Step One: The straw-man

Let’s say that blind people represent group A. Mr Raso’s straw-man has now led you, the audience, to inaccurately believe that blind people are unfairly discriminated against under the Gun Control Act.

Step Two: The demolition

Our speaker now builds a powerful case for why that is wrong. He creates a compelling argument, against an illusionary target of his own creation.

Step Three: The extension

If Mr. Raso can prove that Argument A demonstrates unfair prejudice, then we as an audience become pre-inclined to believe that maybe groups B & C are also being prejudiced against.

Step Four: The precedent

While Argument A was an illusory straw-man, groups B & C will be real. The successful straw-man however, will have created a precedent under which it can now be successfully argued that groups B & C, who are genuinely listed under the Gun Control Act, should also be able to carry fire-arms.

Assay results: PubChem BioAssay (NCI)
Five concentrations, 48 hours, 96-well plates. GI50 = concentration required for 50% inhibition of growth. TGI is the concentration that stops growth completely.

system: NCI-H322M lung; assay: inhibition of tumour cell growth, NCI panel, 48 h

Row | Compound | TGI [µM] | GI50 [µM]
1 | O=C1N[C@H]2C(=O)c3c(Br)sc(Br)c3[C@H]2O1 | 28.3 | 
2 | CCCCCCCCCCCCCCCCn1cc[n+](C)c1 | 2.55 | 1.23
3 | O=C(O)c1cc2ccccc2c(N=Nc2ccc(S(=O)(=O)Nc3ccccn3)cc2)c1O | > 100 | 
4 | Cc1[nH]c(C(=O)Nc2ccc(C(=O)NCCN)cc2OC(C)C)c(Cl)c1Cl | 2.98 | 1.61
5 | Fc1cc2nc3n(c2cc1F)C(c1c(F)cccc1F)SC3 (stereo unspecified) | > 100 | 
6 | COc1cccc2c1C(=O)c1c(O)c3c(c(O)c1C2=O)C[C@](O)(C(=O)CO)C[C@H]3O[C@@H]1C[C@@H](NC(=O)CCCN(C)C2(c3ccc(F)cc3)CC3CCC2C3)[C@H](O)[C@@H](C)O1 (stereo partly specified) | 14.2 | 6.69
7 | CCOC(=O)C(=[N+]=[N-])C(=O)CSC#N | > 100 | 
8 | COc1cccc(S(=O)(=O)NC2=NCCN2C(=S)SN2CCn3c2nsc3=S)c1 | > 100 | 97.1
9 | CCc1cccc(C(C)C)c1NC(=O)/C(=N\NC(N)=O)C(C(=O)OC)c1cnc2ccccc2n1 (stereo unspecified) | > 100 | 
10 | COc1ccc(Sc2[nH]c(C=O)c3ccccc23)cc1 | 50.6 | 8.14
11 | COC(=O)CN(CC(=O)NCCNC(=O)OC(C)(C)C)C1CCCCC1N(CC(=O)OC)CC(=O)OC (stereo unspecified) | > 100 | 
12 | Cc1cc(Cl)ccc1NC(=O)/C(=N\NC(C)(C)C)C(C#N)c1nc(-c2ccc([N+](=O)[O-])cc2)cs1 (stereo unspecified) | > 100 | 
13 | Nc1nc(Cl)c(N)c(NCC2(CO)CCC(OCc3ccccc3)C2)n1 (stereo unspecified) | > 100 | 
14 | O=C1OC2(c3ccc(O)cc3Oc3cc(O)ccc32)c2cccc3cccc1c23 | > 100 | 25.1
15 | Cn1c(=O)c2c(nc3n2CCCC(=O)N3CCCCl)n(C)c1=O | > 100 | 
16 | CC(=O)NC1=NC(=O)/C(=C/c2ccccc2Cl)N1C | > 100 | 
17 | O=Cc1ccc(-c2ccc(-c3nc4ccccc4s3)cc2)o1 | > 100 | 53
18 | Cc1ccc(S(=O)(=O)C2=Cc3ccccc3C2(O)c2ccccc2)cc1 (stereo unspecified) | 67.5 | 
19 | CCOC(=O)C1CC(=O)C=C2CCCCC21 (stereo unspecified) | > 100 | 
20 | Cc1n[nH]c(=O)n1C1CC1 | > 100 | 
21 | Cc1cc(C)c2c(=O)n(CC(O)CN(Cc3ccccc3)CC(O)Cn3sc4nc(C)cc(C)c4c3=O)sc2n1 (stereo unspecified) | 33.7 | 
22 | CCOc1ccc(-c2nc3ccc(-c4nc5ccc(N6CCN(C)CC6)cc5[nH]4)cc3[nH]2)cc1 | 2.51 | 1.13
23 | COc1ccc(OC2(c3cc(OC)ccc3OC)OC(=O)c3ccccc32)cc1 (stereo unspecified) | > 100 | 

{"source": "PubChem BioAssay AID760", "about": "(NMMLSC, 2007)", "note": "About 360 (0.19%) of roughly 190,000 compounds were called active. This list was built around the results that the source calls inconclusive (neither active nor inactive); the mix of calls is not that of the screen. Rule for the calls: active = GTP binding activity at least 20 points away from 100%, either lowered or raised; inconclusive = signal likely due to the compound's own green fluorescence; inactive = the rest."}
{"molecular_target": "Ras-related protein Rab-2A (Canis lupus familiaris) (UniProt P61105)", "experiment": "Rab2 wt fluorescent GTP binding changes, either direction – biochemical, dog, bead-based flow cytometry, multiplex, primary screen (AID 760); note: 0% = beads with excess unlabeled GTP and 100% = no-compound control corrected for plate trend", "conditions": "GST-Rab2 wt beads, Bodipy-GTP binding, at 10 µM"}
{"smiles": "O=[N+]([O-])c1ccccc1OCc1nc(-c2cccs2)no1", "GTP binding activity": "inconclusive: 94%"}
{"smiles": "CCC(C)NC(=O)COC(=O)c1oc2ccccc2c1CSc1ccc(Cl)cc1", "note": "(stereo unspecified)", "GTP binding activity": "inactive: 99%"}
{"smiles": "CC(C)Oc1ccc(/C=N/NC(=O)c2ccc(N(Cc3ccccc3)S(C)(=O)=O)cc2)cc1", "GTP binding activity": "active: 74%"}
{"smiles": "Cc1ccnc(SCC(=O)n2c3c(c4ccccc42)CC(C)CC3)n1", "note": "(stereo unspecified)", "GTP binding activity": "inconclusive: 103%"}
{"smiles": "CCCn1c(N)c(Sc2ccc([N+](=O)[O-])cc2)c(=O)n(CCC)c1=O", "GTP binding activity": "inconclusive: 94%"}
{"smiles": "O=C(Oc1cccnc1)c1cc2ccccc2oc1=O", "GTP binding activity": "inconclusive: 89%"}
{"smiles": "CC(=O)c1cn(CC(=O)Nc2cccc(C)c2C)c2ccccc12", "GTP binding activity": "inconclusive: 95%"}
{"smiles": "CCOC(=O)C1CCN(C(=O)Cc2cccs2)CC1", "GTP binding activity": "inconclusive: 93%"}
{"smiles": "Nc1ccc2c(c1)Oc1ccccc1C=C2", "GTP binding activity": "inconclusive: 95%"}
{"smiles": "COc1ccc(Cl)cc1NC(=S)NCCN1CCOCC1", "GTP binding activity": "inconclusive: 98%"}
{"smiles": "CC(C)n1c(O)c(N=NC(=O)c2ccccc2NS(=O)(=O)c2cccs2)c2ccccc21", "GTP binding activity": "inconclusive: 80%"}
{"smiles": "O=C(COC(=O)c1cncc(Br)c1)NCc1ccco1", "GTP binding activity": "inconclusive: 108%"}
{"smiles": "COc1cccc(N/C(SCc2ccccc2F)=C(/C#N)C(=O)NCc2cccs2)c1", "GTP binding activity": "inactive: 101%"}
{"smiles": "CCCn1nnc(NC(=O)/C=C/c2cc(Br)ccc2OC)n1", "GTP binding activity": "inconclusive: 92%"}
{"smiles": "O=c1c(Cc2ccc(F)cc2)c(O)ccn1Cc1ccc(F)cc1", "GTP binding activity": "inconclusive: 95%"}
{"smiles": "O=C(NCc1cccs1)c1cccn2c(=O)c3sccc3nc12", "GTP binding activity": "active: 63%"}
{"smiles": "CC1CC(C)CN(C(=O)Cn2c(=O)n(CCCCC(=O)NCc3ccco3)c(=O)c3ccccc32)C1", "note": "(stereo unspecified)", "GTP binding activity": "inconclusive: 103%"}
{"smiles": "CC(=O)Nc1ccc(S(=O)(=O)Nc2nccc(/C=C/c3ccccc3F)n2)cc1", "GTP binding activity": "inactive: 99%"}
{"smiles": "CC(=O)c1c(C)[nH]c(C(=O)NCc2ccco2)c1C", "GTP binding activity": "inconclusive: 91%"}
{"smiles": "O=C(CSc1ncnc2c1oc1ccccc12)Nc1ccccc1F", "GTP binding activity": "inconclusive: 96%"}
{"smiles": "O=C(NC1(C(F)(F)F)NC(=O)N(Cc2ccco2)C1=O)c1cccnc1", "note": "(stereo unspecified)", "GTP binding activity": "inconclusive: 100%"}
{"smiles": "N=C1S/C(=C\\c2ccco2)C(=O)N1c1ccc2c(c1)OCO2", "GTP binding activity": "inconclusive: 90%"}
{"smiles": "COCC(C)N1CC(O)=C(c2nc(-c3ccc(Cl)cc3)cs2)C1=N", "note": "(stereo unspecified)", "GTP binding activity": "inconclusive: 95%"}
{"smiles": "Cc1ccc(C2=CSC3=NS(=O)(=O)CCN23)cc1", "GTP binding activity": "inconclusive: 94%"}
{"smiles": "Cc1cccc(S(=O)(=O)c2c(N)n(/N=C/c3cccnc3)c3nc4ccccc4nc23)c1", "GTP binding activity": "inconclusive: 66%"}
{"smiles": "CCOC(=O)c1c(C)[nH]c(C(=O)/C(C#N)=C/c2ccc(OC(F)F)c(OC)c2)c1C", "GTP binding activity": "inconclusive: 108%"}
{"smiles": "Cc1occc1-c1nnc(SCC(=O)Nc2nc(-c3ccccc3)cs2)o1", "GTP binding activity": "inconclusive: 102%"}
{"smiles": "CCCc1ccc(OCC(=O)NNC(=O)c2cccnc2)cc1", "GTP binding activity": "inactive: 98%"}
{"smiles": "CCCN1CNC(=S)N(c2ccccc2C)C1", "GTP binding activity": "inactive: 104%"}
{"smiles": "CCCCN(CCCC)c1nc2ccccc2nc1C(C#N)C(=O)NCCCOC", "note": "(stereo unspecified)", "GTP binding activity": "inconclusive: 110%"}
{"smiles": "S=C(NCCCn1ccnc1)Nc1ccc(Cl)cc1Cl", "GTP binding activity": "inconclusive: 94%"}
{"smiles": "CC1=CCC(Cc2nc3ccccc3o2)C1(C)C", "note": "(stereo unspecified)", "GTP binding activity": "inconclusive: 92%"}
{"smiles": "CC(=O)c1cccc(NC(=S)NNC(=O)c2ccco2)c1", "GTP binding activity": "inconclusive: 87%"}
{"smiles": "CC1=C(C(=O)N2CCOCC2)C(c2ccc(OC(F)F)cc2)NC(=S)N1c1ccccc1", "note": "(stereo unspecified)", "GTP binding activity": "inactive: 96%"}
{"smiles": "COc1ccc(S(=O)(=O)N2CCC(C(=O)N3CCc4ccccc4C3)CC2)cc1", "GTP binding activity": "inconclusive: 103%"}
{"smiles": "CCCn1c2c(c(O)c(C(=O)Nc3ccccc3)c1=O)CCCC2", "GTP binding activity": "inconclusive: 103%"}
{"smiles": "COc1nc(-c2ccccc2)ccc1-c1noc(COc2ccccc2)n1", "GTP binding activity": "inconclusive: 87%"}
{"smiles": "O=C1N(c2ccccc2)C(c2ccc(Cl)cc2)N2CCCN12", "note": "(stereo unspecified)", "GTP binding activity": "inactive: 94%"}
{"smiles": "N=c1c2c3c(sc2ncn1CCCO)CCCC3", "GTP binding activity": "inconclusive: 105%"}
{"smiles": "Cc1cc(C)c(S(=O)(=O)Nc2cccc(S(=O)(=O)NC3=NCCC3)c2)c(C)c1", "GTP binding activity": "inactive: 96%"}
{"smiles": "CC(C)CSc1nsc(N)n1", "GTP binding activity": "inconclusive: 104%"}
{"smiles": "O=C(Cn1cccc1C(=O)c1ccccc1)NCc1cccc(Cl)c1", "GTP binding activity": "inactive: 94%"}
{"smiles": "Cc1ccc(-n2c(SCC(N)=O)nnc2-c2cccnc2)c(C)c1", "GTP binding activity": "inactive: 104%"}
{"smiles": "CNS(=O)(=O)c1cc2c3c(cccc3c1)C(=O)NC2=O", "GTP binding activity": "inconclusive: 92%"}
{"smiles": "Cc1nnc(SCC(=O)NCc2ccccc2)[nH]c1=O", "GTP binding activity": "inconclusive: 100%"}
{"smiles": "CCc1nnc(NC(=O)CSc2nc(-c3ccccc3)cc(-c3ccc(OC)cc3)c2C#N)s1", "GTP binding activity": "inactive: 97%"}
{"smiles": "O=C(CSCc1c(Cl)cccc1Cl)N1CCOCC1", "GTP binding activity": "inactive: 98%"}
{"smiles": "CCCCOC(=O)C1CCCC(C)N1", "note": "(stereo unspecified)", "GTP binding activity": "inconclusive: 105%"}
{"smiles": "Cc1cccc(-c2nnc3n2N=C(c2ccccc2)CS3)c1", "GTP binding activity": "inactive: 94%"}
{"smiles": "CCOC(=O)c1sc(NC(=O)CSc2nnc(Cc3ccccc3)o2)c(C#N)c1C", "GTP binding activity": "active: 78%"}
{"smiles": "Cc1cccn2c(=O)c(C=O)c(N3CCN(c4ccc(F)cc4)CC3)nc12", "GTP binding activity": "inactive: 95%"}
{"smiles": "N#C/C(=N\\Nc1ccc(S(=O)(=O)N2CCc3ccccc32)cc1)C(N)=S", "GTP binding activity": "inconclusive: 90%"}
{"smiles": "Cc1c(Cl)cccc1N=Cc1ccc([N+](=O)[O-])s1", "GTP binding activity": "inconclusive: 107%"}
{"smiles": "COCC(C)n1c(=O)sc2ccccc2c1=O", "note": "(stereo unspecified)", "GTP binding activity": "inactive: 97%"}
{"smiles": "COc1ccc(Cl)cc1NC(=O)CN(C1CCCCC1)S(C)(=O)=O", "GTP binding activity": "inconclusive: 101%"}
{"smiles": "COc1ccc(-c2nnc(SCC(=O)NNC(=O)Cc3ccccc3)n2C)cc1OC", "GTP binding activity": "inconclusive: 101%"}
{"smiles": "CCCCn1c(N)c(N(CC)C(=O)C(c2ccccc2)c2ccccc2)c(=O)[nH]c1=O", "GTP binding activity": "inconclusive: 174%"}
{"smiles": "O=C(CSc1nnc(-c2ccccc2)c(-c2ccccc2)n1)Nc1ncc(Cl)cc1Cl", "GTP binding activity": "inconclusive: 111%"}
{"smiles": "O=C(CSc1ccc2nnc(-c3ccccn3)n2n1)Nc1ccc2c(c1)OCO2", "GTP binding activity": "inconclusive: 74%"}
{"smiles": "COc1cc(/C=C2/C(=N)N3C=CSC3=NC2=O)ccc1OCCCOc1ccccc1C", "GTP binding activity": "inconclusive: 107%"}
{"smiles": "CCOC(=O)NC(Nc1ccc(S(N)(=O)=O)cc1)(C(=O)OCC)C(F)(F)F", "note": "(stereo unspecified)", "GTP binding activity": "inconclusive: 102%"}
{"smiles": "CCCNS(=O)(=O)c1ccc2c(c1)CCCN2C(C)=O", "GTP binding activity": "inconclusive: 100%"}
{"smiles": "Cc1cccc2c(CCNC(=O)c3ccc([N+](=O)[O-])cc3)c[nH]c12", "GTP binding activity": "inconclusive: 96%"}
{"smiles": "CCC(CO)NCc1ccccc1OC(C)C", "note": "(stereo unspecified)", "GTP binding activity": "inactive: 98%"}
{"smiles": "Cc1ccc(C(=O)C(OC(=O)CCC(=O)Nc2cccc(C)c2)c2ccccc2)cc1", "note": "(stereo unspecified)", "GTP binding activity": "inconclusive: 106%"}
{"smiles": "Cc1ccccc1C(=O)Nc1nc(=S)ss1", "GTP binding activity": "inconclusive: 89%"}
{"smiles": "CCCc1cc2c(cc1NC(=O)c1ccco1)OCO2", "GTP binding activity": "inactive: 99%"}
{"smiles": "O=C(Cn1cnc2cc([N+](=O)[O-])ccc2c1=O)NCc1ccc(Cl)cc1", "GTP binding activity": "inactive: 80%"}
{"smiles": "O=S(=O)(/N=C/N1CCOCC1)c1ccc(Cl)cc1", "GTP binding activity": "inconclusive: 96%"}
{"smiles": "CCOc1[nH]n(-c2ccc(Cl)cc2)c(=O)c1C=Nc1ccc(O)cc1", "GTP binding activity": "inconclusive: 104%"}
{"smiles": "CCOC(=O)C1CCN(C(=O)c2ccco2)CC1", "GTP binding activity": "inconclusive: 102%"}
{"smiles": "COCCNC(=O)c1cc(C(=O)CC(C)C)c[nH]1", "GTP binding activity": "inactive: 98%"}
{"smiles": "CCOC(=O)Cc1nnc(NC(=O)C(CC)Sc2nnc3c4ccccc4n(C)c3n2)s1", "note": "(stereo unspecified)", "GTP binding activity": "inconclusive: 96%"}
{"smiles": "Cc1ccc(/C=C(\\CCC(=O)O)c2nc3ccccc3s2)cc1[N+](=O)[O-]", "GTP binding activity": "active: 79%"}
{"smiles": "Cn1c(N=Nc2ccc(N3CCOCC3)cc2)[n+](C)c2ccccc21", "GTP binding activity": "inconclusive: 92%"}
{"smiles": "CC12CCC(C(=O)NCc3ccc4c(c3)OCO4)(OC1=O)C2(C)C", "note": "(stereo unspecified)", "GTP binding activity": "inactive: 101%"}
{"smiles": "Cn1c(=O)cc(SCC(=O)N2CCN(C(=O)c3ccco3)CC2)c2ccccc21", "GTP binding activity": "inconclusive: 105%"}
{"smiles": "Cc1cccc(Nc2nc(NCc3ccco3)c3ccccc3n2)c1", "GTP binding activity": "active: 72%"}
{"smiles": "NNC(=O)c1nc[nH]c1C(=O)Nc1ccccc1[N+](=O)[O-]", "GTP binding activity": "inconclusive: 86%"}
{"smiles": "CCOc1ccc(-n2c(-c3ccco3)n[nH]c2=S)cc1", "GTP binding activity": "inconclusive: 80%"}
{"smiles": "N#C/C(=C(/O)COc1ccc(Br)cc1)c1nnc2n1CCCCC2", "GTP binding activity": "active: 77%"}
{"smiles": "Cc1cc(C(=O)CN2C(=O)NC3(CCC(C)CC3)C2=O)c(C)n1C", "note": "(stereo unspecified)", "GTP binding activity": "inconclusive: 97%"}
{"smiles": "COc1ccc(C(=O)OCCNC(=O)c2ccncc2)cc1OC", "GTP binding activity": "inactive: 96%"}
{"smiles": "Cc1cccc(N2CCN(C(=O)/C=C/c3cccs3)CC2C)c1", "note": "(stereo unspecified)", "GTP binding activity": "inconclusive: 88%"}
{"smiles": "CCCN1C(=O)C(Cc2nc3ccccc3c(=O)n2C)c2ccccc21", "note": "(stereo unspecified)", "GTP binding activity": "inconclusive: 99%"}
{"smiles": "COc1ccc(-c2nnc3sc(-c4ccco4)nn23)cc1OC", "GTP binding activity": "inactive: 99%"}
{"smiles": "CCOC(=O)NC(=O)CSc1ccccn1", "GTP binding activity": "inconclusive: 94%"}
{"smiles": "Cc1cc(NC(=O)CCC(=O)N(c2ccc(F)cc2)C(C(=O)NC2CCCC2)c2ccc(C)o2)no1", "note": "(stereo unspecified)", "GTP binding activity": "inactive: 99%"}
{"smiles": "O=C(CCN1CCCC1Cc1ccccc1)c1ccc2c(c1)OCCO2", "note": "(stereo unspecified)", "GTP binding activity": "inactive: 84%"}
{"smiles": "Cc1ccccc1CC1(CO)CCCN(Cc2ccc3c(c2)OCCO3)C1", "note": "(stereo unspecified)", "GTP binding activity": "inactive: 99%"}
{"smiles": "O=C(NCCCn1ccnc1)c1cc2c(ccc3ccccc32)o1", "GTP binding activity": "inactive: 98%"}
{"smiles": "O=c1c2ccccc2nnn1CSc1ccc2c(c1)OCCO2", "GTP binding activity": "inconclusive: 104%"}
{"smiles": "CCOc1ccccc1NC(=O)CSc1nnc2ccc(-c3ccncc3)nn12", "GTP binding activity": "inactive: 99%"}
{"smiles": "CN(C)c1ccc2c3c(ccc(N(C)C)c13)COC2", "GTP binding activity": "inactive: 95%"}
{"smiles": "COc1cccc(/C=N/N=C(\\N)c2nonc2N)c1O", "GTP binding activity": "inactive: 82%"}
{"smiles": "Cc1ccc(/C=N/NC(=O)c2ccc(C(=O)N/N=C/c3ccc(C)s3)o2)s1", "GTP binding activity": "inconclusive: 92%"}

Maybe I’m being Machiavellian again, but usually when a speaker invokes a straw-man fallacy, it’s step one. Showing how easily you can blow down the house of straw is only a prelude to panicking the occupants of the house of stones into quitting the building with  less of a fight.

Mr. Raso makes a fabulous case, and I believe this is the prelude to something bigger.

Changing minds, when minds are set

Don’t give battle in vain. When audiences hold entrenched views, full frontal assaults only deepen the entrenchment.

by Peter Watts

King Richard III causes just such entrenched reactions here in the UK, and it looks like we’ve just dug him up from his resting place of 500 years beneath a public car-park in the northern English city of Leicester.